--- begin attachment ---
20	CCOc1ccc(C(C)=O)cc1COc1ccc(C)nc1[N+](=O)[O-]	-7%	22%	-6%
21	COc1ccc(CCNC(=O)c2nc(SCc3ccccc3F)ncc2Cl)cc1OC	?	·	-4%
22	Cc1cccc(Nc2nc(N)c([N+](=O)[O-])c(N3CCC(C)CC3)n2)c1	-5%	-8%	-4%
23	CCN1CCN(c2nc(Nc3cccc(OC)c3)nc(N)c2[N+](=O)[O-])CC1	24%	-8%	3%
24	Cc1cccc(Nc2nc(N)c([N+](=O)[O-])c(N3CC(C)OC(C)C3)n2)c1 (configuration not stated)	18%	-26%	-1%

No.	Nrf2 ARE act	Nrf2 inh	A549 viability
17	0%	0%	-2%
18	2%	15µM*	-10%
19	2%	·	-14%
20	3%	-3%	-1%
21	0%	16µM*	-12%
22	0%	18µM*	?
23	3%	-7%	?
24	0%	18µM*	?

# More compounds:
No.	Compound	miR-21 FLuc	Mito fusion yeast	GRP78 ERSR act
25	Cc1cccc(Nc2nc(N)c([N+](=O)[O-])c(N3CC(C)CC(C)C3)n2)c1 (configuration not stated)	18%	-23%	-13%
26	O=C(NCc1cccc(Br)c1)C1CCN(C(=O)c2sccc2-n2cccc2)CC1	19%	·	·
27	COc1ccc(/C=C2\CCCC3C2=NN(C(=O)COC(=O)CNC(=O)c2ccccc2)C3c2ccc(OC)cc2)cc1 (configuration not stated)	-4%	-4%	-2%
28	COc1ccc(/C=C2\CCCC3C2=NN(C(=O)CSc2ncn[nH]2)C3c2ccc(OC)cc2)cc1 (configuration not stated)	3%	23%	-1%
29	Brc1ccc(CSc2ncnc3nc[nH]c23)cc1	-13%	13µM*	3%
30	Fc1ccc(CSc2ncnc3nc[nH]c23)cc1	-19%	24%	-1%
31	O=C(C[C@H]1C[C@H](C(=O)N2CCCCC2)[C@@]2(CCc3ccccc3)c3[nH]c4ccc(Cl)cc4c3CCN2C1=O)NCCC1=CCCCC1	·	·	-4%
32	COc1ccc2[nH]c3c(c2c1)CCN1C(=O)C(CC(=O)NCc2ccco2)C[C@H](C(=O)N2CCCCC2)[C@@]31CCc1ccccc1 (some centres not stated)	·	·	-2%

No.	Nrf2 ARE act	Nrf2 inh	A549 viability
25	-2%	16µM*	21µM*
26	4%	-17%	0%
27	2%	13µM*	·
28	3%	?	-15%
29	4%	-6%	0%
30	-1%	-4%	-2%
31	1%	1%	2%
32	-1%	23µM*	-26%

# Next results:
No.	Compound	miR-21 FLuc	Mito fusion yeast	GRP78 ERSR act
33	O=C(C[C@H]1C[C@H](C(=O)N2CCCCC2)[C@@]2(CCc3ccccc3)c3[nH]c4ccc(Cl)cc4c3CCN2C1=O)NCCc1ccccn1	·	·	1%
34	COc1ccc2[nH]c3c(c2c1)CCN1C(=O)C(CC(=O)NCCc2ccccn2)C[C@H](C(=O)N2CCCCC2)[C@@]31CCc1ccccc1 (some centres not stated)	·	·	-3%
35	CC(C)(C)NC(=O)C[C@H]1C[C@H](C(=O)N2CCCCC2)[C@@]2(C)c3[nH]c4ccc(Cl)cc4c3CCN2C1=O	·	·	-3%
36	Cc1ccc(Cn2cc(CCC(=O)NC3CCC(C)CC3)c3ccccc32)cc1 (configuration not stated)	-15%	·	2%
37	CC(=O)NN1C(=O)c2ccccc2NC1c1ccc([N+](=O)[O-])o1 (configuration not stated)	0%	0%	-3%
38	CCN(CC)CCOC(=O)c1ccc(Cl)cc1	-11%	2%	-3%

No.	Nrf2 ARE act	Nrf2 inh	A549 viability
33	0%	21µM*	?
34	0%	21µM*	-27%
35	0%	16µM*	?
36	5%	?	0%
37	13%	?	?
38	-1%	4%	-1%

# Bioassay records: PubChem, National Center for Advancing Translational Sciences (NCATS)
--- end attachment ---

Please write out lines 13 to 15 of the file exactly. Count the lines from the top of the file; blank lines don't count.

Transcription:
23	3%	-7%	?
24	0%	18µM*	?

# More compounds: